Congress approves $4.2 billion in new aid for Sept. 11 responders

The bulk of the money will go to the first responders who worked on and after Sept. 11, 2001, at ground zero. President Obama has said he will sign the legislation.

Alex Brandon/AP
From left, Sen. Kirsten Gillibrand, D-N.Y., Deputy Chief Richard Alles, and Sen. Charles Schumer, D-N.Y., raise take part in a news conference, on Capitol Hill in Washington, Wednesday, Dec. 22, after Senate passage of a bill to assist 9/ 11 First Responders.

As its last major piece of legislation before the holiday adjournment, Congress passed legislation on Wednesday to provide $4.2 billion in new aid to 9/11 first responders.

The bulk of the money, some $2.7 billion over a 10-year period, will go to compensate the police officers, firefighters, EMT workers, and construction workers who pulled debris from the smoldering ruins at ground zero. Many of those people are now unable to work because of debilitating illnesses.

The remaining $1.5 billion will be used for health monitoring and treatment.

President Obama has said he will sign the legislation.

On Monday, supporters of the bill said they had secured the votes to get it passed. But they were concerned about the timing, because the Senate’s first priority was to pass the nuclear-arms treaty. The window was closing for the bill to pass in this session.

The legislation itself posed hurdles for some lawmakers. Republicans were concerned about the cost, which was earlier estimated to be $6.2 billion. Also, some Republicans considered the legislation an “entitlement program” for New York. New York Rep. Peter King, a supporter of the legislation and a Republican, said at a New York press conference Monday, “There is a lot of anti-New York feeling in Congress.”

Many New York politicians pushed hard to get the deal passed. Former New York Mayor Rudolph Giuliani called reluctant Republicans. The current mayor, Michael Bloomberg, traveled to Washington.

But probably the most publicity came from Jon Stewart and “The Daily Show,” which made fun of Sen. Michael Enzi (R) of Wyoming, who was vocal in opposing the legislation. In an op-ed in the New York Daily News, he called the legislation “flawed.”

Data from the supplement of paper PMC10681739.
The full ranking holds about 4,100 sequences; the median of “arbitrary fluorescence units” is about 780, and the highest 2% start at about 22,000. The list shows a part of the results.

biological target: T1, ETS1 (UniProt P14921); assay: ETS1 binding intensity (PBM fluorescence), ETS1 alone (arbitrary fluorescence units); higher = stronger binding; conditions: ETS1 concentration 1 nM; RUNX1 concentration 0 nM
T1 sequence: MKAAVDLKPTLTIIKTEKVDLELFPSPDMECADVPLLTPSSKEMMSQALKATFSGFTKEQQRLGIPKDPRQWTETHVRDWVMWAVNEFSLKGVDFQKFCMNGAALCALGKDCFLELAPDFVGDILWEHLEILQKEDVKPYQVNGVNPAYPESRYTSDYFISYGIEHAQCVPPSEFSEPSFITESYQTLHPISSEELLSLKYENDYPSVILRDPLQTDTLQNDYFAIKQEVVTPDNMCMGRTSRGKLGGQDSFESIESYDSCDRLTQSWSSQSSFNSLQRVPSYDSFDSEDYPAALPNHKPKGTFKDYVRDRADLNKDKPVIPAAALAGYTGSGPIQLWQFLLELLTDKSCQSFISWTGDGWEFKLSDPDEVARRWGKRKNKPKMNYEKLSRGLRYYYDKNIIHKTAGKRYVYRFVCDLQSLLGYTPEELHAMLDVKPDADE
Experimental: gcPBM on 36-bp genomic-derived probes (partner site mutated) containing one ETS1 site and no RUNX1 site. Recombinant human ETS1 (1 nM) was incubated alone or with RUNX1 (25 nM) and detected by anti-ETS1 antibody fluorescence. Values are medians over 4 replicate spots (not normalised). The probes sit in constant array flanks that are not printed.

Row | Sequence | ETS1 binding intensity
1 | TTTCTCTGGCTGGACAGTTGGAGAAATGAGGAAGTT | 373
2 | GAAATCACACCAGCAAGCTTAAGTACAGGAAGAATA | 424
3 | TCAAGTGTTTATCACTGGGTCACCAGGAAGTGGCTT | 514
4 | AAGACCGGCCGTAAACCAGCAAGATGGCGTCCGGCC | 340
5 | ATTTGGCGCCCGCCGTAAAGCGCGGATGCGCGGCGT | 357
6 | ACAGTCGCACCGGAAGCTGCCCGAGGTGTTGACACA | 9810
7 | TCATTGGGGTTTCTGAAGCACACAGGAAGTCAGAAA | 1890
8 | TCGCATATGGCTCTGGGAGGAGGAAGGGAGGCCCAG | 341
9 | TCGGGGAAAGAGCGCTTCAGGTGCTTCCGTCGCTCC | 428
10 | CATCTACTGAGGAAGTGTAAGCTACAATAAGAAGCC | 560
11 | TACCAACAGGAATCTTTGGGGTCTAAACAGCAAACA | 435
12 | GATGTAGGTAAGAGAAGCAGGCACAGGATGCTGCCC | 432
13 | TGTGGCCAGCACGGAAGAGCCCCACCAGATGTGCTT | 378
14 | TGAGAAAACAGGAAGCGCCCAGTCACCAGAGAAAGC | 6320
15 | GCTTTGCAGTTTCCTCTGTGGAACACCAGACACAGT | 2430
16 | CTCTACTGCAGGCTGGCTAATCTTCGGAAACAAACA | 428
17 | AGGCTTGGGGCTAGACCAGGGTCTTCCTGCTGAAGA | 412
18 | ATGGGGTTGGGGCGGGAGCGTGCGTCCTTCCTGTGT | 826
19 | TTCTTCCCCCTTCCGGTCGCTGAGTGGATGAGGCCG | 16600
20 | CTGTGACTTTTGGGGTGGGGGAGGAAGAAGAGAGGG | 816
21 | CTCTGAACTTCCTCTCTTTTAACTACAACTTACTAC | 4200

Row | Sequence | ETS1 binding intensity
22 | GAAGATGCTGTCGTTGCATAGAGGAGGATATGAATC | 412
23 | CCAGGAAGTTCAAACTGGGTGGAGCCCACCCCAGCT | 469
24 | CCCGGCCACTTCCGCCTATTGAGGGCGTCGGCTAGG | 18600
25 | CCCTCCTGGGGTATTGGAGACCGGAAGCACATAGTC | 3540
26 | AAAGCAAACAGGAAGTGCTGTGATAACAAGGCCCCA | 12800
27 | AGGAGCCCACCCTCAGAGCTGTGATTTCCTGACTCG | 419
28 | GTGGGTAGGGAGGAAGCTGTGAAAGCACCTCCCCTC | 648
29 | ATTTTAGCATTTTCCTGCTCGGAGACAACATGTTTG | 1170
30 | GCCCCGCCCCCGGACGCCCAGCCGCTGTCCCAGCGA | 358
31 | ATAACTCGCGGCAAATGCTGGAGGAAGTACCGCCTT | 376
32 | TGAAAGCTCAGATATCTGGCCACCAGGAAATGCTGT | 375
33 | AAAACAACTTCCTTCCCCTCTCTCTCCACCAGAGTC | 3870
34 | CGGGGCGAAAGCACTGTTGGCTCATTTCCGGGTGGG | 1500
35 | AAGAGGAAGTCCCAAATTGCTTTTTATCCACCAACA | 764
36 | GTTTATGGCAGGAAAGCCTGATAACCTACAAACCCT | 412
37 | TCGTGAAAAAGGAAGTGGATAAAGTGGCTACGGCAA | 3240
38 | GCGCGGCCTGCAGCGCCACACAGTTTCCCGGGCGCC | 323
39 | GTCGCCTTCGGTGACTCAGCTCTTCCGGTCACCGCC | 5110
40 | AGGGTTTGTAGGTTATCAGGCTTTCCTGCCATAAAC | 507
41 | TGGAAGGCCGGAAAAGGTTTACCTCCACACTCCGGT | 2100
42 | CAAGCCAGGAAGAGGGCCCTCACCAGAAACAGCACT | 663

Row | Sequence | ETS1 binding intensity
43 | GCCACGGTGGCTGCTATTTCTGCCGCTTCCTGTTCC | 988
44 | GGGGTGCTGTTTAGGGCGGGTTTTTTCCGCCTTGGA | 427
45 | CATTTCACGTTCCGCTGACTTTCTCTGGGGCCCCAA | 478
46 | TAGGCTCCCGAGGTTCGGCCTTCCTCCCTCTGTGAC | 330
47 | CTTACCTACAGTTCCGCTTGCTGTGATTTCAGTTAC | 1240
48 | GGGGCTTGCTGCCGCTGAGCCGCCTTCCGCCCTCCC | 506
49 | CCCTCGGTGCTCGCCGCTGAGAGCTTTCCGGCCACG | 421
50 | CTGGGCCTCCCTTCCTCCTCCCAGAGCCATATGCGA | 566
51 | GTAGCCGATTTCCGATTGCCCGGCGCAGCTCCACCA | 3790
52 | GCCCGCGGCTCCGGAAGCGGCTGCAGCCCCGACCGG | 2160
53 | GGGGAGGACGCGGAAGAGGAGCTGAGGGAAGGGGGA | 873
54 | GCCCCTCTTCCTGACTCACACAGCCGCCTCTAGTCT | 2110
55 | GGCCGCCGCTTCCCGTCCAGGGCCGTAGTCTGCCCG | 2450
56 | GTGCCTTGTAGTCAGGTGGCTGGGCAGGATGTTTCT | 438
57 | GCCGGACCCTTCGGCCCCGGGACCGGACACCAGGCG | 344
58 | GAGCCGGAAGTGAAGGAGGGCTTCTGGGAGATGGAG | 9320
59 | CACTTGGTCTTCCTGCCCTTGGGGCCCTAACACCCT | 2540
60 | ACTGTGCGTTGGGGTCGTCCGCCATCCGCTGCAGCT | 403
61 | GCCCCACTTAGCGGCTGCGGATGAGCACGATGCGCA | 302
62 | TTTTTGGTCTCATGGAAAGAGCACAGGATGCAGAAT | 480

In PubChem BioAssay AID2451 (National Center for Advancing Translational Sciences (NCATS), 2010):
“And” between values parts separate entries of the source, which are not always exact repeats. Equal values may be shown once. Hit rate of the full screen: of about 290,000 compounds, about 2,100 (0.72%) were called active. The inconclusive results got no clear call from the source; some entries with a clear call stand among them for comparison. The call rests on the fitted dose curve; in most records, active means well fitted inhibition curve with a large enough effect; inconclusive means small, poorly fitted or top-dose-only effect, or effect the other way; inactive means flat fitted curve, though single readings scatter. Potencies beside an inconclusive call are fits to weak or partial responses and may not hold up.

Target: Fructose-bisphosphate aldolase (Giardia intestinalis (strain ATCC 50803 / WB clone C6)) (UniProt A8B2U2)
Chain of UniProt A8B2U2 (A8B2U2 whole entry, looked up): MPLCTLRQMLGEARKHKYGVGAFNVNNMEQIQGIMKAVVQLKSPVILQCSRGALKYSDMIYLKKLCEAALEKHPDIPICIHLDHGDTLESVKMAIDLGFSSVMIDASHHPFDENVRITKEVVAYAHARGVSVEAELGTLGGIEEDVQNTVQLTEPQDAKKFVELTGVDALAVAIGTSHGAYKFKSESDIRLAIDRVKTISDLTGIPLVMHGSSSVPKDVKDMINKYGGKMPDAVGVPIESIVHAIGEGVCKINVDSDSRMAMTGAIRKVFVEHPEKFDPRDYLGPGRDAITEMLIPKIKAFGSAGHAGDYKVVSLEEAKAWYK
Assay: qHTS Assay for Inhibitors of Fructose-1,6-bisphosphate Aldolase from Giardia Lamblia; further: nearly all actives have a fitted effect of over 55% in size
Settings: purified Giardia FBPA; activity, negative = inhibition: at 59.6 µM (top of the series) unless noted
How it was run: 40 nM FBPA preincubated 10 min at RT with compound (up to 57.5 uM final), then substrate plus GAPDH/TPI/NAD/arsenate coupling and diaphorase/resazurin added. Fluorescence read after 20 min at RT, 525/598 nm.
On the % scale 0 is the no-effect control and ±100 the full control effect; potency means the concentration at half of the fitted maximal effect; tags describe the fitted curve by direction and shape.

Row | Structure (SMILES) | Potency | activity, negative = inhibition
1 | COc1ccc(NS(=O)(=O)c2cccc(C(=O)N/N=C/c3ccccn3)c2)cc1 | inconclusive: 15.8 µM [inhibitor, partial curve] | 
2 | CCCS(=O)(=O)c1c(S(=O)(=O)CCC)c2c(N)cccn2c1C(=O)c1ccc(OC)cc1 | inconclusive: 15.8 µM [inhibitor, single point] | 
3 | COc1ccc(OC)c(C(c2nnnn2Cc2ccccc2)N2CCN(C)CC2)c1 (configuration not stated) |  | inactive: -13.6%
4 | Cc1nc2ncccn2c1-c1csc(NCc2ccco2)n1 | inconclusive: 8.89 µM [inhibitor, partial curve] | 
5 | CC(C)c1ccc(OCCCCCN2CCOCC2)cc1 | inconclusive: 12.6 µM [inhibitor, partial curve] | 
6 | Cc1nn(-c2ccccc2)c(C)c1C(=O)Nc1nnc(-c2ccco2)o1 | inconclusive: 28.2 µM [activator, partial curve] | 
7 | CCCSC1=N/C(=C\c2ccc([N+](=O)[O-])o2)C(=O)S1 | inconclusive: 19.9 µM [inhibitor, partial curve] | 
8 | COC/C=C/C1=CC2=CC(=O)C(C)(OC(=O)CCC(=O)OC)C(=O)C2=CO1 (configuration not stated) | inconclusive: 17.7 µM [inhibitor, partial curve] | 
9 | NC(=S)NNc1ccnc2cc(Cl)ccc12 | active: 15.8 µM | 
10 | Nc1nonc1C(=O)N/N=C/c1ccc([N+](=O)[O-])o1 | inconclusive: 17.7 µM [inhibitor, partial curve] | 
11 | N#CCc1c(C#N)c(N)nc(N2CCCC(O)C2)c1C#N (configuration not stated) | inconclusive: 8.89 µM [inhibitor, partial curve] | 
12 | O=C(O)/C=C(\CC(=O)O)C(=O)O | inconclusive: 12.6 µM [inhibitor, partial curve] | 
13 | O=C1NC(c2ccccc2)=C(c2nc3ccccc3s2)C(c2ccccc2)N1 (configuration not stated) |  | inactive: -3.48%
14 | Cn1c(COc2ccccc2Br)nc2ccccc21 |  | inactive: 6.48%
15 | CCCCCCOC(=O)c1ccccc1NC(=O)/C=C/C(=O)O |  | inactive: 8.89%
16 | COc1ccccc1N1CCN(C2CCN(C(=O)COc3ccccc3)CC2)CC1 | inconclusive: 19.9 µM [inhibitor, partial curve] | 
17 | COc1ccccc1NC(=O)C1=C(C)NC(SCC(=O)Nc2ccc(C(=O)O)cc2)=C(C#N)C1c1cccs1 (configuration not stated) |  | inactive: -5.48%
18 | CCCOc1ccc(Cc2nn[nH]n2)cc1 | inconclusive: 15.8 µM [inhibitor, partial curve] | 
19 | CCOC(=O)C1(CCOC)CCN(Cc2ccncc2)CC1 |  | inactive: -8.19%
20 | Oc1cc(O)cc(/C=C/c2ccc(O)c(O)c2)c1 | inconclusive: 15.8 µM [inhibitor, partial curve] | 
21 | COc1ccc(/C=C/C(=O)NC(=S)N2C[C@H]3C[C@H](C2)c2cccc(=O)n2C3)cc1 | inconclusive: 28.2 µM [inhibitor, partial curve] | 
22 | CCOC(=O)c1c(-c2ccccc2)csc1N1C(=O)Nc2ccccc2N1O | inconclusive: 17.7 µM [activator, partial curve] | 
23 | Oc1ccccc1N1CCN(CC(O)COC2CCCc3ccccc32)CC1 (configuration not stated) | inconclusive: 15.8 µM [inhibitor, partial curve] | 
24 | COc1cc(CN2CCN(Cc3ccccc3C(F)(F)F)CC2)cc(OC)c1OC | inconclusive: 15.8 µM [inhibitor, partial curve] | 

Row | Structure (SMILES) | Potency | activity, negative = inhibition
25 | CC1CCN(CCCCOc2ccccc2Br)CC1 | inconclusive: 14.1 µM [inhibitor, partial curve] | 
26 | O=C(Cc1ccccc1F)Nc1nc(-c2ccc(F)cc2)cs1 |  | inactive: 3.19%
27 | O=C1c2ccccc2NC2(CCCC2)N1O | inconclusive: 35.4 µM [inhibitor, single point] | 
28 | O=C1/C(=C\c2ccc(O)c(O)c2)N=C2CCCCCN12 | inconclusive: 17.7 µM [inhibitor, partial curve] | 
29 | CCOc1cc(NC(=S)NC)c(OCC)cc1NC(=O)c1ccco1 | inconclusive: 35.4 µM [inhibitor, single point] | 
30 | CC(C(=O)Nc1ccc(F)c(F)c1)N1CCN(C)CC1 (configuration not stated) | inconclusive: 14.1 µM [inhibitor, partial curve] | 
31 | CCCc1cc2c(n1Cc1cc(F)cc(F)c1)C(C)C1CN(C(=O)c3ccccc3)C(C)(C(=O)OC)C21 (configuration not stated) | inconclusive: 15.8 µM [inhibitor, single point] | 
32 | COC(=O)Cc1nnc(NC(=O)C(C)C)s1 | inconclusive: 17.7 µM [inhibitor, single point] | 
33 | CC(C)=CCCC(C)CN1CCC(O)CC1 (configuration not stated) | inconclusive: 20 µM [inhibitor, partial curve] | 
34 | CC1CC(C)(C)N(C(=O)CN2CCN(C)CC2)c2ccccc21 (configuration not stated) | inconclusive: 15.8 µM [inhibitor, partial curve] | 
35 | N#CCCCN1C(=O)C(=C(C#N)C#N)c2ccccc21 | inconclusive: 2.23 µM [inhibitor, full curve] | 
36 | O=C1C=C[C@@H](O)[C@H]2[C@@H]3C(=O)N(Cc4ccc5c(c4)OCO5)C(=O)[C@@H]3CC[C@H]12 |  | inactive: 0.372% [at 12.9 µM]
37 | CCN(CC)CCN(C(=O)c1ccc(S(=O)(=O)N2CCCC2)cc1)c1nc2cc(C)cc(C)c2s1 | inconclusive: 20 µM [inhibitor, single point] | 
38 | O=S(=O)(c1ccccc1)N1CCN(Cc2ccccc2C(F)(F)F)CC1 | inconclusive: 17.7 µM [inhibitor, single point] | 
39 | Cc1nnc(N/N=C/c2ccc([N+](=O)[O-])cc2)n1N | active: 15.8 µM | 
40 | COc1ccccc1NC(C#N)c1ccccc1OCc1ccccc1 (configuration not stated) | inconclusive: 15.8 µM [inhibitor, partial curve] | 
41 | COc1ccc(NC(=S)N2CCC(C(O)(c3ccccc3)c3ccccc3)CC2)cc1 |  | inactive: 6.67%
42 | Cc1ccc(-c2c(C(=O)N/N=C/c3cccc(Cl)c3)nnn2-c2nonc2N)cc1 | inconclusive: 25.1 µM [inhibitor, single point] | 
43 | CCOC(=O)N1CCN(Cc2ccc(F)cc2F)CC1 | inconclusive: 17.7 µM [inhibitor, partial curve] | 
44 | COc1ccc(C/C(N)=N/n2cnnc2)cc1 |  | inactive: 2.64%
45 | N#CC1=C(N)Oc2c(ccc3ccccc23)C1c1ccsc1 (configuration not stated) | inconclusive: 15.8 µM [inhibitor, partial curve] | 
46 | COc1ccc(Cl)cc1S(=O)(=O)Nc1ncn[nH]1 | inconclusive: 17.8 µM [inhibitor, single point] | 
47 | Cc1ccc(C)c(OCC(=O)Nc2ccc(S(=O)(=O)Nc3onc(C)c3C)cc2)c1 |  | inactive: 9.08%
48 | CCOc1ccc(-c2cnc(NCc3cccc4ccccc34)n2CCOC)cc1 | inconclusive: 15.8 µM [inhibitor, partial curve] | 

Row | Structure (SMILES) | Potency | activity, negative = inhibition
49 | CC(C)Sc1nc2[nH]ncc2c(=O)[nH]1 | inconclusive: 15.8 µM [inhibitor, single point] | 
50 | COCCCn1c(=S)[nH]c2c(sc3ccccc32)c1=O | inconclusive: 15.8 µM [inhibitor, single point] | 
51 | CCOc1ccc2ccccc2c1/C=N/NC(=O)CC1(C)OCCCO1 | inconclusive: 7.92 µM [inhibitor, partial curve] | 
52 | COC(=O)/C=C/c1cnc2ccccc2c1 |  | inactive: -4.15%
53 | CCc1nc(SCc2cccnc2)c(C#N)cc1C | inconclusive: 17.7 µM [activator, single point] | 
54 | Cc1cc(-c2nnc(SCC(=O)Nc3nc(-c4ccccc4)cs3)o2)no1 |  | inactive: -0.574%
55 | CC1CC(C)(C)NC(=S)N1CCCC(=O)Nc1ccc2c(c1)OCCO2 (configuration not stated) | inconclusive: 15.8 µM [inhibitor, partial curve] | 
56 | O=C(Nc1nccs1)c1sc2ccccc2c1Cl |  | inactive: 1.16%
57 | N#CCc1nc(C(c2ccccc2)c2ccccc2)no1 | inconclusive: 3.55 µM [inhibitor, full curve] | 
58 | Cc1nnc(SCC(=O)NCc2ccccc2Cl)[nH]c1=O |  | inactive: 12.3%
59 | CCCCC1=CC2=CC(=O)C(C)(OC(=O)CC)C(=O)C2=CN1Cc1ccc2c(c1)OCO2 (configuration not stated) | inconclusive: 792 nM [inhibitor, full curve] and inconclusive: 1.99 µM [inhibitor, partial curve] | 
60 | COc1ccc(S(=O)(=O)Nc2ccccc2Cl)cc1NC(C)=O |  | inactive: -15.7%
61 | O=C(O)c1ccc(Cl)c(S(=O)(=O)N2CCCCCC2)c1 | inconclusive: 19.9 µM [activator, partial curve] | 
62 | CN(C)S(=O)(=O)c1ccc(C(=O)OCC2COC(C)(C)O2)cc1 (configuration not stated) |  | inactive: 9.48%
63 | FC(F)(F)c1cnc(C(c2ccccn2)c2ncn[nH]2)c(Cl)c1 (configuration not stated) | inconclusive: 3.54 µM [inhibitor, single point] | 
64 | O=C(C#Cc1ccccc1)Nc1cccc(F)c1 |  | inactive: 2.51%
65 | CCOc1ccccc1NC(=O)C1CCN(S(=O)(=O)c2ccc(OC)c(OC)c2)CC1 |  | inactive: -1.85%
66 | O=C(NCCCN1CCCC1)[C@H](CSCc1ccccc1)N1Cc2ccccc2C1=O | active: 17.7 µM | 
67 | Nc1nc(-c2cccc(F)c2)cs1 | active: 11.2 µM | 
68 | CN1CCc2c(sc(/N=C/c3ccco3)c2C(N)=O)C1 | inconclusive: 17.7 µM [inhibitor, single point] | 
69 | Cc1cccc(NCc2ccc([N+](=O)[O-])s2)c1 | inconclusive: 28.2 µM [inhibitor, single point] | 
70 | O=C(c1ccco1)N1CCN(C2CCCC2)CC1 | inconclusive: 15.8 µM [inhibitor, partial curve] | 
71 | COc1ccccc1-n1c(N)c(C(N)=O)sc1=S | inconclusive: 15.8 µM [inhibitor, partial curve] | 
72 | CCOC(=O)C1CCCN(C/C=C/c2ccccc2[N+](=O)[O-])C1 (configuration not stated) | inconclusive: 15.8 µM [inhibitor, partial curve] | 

Under a compromise reached between Sen. Tom Coburn (R) of Oklahoma and New York’s Democratic senators, Charles Schumer and Kirsten Gillibrand, the legislation’s costs were shaved by $2 billion.

To pay for the legislation, the Senate will tack a 2 percent excise tax on foreign companies that win US government contracts, in cases when the companies are located in nations that are not parties to the Agreement on Government Procurement. (That agreement specifies openness and nondiscrimination in government contracts.) In addition, the Senate will extend a fee on H-1B and L-1 visas, which foreign-based companies apply for to bring workers to the United States.

According to Representative King, the new bill will reduce the US budget deficit by $450 million over 10 years because the fees collected will exceed the legislation’s cost.

In another effort to rein in costs, the legislative compromise closes in 2016 the victims’ compensation fund – a government-funded $1 billion insurance pool to pay for health care and compensation. The original bill kept the fund open until 2031. According to Senator Coburn, the later date made it “susceptible to waste, fraud and abuse and incurring long-term costs.”

It is unclear how the legislation affects 71,000 people, many living in the area, who have registered as having been affected by the 9/11 attacks. Under the original bill, they would have been eligible for health monitoring and treatment. But an aide to Coburn says he is 99 percent certain that the compromise legislation applies only to first responders.

As lawmakers considered the legislation, another Republican concern that came out had to do with excessive trial-lawyer fees. The compromise bill sets a hard cap for lawyer fees at 10 percent of the total award and allows a special master to reduce attorney fees considered excessive. In addition, the legislation bars claimants who are rejected by the victims’ compensation fund from pursuing a civil lawsuit.

This is not the first time the US Congress has voted to compensate civilians. In the aftermath of the Pearl Harbor attack, Congress passed the War Hazards Compensation Act of 1942, which provided health care and financial relief to civilians who helped to recover the dead and salvage the Pacific fleet.

“In passing the Zadroga Act, Congress has once again demonstrated that our nation will not abandon those harmed by an attack on our shores,” said one of the sponsors, Rep. Jerrold Nadler (D) of New York, in a statement.

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